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GENTLEMEN is a rare thing in rock music, a "concept album" so personal and painful that listening to it gives the impression of being privy to something that should never have been made public. Greg Dulli's lyrics about male inadequacies and overcompensation ring with uncontainable self-hatred and loathing. The shifting of emotions--from the brittle and internal to the brutal and external--forms the basis for the stagnancy and decay of the male/female relationships describedhere. Opening with a claustrophobic swirl, "If I Were Going" sets the mood, a warm bassline picking at the scabs of Dulli's cracked intonation ("It's all a lie, it's nearly dead, it's in our hope, baby, it's in our bed"). Taking cues from blues, soul, and rock, the Whigs crank out a hybrid 'alternative' sound borne on the scorching guitars of Rick McCollum.After the summation of "Bit into a rotten one now, didn't you?" ("Now You Know") and "I Keep Coming Back," a cover of the Tyrone Davies soul classic, the instrumental "Brother Woodrow/Closing Prayer" adds violin and piano to the mix, finally offering a reprieve from the Whigs' poisonous psychic exorcism. Though not a record to listen to often, GENTLEMEN is a stunning achievement.
Top Customer Reviews
I think the main thing that made the Whigs so unique and compelling was the shuffling of the traditional instrumental roles for a rock band. The bass often flies around wherever it pleases with apparent disregard for the demands of the song. It takes more of a lead guitar role, sometimes even going against the grain of the music with atonal melodies. The guitars and keys therefore have to compensate by sticking tight with the rhythm. But they don't just stick to it, they embrace it, often with repetitive but piercing hooks that leave an ache in your heart. The drums are brilliant and complex, and Greg Dulli's voice is like a rusty knife. He can't really sing but somehow this only adds to what the music is conveying: the darker corners of Greg Dulli's life.
Gentlemen is the apex of the Afghan Whigs output, and it stands as one of my all time favorites. It's quite possibly the darkest most moving cd in my collection. Unfortunately, although the Afghan Whigs produced many albums, none but this one is consistently good. If you really like Gentlemen though, there are some gems here in there amongst their other material.
"Gentleman" is one of those few albums that really comes alive if you listen to it from beginning to end, as you find some tracks lead into one another. One could elaborate on each track individually but in this reviewers opinion, each track is a part of one brilliant, cohesive whole.
I struggle for words when it comes to describing the Whigs own unique style of music. There's blues, jazz, soul and rock roots in almost every chord... it all adds up to one incredible musical experience led by Greg Dulli's rough, passionate vocals. It's just simply The Whigs; there are no other bands whose sound is comparable.
Buy this album while you still can -- it's worth every penny.
Why does any of that matter? Well, the picture tells the story of the man, Greg Dulli, and his (former) band, The Afghan Whigs. The songs on Gentlemen aren't about Gentlemen; they're about men and women who hurt each other and long for each other and for the hurt that the other will inflict. Lyrically, this is strong stuff.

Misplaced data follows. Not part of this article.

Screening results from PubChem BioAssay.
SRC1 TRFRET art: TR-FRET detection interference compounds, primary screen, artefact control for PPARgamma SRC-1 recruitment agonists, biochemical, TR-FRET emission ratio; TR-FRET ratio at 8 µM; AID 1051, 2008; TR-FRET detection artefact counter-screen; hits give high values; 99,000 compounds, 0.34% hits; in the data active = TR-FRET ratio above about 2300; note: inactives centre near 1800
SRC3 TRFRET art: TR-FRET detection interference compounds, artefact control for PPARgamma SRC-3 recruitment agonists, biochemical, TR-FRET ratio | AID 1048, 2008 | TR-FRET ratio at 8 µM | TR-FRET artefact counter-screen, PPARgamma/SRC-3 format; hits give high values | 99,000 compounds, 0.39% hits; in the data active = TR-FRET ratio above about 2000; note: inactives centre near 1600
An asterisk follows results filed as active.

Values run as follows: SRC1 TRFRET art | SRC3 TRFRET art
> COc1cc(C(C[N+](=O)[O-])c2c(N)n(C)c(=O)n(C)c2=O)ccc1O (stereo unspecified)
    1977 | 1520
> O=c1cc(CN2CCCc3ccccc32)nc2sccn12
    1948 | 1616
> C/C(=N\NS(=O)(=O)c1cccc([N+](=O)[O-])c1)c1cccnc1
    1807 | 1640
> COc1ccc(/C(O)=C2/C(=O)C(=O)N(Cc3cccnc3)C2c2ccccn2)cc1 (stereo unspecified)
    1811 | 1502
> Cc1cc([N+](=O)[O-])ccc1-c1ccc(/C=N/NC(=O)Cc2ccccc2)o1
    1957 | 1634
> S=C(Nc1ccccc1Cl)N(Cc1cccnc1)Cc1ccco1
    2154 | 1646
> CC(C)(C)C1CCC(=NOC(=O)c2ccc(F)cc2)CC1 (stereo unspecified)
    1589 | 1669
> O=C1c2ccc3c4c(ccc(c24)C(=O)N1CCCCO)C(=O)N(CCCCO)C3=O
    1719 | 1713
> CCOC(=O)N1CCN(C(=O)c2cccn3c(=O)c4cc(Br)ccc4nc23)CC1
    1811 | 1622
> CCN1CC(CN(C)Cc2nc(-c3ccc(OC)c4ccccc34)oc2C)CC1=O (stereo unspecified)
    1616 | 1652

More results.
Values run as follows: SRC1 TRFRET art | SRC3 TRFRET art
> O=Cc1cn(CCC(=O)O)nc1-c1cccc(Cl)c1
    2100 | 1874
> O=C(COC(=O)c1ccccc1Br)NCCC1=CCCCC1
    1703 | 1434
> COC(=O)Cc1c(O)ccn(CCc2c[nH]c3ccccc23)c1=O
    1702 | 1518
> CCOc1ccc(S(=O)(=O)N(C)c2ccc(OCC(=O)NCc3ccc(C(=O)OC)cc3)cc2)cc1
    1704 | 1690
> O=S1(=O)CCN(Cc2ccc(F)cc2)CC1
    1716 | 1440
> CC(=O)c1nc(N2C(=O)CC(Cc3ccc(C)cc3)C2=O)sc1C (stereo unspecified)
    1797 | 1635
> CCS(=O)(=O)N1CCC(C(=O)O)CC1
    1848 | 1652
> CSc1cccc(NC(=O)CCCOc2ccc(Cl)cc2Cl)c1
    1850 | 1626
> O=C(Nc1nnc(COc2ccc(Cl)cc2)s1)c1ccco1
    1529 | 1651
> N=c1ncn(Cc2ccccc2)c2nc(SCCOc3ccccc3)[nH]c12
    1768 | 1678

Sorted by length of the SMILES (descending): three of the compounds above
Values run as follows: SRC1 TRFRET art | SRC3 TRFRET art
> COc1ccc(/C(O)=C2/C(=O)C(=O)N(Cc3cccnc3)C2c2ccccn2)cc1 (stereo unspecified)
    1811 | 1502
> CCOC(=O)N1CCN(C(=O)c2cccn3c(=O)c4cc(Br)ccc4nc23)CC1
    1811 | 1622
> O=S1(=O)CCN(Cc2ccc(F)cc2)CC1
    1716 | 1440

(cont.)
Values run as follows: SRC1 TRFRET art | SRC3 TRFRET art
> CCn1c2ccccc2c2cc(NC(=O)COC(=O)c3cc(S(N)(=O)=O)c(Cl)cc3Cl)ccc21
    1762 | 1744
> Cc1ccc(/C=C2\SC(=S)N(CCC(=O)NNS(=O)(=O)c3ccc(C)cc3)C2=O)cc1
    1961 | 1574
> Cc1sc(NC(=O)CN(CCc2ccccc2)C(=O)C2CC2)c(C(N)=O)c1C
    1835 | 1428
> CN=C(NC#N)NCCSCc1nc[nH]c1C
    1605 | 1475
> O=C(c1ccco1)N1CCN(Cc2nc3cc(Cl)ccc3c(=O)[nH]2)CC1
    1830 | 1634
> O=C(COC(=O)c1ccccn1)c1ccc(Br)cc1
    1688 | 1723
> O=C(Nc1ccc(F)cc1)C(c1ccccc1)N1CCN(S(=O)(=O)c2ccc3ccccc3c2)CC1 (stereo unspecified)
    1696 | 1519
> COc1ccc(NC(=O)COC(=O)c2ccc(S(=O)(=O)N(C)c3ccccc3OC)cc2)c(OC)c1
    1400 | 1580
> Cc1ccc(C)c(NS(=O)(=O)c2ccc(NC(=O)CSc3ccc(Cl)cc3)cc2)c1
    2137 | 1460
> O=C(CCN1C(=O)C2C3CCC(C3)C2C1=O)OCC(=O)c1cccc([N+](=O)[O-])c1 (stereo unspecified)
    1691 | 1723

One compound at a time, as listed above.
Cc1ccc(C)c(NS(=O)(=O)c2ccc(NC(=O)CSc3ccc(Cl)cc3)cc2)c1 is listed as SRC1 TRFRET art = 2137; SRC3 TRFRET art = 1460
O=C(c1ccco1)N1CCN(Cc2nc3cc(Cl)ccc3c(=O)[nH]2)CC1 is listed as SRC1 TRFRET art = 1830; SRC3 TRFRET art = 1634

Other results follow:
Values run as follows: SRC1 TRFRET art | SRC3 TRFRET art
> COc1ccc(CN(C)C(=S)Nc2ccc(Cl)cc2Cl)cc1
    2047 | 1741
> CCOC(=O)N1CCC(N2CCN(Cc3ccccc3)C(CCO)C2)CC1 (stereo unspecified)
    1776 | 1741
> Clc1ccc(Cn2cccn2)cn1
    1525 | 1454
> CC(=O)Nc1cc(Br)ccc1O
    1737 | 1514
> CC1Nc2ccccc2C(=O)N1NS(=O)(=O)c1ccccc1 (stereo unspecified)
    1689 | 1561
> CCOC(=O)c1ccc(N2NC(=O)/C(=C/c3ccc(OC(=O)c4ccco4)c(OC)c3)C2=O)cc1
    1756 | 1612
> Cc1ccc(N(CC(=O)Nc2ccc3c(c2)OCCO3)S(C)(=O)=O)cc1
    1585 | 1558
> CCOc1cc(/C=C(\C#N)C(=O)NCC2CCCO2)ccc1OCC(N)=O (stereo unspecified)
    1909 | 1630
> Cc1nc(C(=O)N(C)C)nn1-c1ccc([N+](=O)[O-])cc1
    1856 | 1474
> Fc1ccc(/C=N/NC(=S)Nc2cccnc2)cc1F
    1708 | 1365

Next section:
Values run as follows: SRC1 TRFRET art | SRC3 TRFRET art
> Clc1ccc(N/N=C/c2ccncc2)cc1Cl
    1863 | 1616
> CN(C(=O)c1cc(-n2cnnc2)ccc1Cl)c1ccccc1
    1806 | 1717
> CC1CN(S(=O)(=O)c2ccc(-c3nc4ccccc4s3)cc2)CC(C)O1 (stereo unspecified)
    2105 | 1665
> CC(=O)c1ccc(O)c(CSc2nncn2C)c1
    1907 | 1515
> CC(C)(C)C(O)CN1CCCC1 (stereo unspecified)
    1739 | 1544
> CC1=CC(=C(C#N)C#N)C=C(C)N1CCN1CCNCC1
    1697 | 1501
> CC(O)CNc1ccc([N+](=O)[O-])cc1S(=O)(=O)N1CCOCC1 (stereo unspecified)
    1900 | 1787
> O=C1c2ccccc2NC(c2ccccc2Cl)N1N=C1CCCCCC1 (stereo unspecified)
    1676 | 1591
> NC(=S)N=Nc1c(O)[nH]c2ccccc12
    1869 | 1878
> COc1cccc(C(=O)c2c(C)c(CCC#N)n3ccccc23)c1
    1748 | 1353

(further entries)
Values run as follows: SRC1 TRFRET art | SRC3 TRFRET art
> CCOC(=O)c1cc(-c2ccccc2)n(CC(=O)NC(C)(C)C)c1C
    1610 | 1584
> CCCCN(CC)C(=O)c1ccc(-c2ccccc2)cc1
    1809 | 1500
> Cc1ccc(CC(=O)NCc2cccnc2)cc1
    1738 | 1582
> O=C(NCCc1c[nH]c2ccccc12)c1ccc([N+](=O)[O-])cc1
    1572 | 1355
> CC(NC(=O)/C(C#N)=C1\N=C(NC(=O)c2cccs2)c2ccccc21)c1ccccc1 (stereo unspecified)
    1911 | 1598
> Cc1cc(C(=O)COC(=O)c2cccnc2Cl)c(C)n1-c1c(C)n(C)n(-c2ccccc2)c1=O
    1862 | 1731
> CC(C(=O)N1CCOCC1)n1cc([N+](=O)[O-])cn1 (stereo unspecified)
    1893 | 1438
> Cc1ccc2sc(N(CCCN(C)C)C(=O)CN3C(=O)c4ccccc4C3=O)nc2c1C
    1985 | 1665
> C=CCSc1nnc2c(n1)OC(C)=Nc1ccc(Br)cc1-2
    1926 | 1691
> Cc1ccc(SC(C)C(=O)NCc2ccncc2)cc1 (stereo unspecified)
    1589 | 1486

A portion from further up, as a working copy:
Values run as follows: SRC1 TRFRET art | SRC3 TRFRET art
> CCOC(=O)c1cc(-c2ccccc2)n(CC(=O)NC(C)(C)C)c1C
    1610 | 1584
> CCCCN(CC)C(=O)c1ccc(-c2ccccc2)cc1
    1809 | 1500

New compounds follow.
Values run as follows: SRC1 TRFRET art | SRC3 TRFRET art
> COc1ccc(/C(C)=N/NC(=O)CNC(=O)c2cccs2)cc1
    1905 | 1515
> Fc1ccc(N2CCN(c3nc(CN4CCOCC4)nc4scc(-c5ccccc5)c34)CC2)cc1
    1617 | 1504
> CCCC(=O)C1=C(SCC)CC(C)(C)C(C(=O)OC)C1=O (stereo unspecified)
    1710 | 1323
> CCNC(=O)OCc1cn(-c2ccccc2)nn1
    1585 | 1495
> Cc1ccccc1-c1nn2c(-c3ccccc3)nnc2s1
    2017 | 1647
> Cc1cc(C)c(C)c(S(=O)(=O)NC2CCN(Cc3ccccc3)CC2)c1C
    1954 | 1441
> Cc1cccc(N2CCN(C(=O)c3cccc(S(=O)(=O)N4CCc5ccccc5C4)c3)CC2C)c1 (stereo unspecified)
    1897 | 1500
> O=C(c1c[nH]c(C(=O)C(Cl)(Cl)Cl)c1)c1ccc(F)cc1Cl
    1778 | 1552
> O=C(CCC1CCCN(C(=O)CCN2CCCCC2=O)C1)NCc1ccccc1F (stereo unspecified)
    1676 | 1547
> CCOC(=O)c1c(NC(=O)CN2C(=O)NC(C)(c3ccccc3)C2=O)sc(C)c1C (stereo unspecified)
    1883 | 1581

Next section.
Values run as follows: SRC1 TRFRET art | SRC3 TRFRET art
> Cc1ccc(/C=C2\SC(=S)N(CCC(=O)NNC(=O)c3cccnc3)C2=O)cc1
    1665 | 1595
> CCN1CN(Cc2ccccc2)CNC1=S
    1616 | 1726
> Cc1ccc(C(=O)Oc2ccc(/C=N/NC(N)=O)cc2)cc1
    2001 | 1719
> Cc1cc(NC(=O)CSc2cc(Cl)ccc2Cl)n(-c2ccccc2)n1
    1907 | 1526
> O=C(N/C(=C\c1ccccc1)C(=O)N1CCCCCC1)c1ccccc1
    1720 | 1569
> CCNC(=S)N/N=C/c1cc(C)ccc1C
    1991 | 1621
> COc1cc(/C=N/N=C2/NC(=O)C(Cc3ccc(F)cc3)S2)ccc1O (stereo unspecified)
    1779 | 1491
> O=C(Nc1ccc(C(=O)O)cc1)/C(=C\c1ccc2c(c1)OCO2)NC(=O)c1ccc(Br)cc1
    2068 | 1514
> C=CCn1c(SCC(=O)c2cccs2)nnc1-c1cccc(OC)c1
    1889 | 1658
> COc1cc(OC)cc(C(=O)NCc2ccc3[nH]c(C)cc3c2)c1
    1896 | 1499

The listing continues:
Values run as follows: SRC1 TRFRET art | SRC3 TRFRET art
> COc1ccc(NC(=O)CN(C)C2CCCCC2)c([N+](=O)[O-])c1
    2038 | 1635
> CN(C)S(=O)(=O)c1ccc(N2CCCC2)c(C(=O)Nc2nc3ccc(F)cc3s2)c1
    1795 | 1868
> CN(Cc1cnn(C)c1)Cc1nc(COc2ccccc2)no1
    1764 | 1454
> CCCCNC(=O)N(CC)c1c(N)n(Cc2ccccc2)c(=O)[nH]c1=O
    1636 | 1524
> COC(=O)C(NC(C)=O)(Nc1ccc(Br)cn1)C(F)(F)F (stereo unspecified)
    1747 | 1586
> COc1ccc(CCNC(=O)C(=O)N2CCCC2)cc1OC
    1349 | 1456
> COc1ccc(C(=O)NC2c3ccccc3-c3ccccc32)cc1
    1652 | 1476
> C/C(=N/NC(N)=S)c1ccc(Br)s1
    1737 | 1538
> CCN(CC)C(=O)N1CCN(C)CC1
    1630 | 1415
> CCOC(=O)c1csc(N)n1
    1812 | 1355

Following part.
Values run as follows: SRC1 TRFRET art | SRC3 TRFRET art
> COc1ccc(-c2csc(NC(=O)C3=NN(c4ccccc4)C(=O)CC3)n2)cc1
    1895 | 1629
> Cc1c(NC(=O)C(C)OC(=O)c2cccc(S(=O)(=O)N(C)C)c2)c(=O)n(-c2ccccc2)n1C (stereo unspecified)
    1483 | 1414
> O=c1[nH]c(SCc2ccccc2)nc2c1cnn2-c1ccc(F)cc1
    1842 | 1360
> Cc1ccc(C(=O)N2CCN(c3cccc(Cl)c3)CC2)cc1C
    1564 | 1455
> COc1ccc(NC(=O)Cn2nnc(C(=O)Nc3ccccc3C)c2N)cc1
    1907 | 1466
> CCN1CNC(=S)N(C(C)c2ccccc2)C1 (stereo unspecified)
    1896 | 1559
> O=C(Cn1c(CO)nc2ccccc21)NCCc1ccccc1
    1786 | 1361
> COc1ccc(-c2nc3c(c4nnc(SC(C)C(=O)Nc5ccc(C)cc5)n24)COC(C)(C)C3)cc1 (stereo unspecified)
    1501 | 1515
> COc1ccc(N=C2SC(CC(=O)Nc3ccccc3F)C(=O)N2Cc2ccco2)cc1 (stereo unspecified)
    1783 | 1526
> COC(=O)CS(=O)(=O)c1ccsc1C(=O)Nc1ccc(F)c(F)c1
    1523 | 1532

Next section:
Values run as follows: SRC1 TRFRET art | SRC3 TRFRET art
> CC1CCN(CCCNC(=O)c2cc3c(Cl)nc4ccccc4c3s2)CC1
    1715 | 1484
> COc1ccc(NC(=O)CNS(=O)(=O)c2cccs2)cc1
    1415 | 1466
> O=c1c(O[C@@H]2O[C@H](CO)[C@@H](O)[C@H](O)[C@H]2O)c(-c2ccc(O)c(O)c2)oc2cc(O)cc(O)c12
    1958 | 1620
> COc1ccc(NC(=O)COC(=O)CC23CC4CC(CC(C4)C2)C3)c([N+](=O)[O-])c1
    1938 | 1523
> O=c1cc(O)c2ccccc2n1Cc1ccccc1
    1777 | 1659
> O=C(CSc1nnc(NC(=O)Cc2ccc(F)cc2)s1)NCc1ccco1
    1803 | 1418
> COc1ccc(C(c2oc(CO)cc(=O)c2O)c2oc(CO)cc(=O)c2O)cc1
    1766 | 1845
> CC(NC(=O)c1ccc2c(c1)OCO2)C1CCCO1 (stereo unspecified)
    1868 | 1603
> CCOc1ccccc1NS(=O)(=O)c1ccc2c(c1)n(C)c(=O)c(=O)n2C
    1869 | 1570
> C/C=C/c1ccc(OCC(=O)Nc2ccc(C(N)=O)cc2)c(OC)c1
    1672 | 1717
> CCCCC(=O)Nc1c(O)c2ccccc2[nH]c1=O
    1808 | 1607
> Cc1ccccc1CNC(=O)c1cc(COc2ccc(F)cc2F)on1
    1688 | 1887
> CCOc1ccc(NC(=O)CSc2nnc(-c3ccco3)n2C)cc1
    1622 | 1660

The music serves the lyrics. Angry guitars with more funk than Nirvana and more crooning than Pearl Jam. The Afghan Whigs were never able to break into the mainstream, but came closest on this, their major label release.
Dulli's songwriting lashes out at others as well as himself. The album's major themes are self-loathing, emotionally destructive relationships, and any other unpleasant feelings that Greg Dulli happened to have while he had a pen in his hand.
I give it 4 stars because it's the Whigs best album. I listened to it a lot when it came out, but it hasn't been in the CD player for a while. I only give 5 stars for life changing albums, and not many people would want to change their lives for Greg's circa 1993.
Most recent customer reviews
If there's something about this band that is clear for me is that I'll EVER keep buying cds from these guys. Seems like they're better and better and better. Read morePublished on June 9 2004 by Ricardo Menezes
At first listen this disc can be a little rough, but after that it's near perfect. I can't really compare them to anyone, which I guess means that they're doing their own thing,... Read morePublished on March 2 2004 by H3@+h
The preceding 'Uptown Avondale' ep was the clue. A Holland-Dozier-Holland cover and 'Band Of Gold' slowed down to a grunge-soul classic. Read morePublished on July 23 2003 by Martin Dawson
To reach the correct conclusion (see above), "Gentlemen" is not the easiest place to start, but once you get there you will be happy with the results. Read morePublished on July 14 2003 by Rev. Charles Williams
This album does not sound like anything else, it is quite unique. I see people call it R&B and Soul but I don't find at all as I can hardly listen that kind of music. Read morePublished on June 12 2003 by Guylaine Le Ber
Sadly, I forgot about ths album. But after hearing it again recently, I realized how powerful this CD is.
This came out nearly 10 years ago during my first year of college. Read more
The Afghan Whigs were the best of band of the 90's and this was their best album. In an era where concept albums are a rarity, the Whigs produced this classic gem about love, lust... Read morePublished on Feb. 10 2003
Suffice it to say this is a great release. One of the best i've ever heard, and i'm 43 with over 1700 CD's in my collection spanning 5 decades of music. Read morePublished on Jan. 27 2003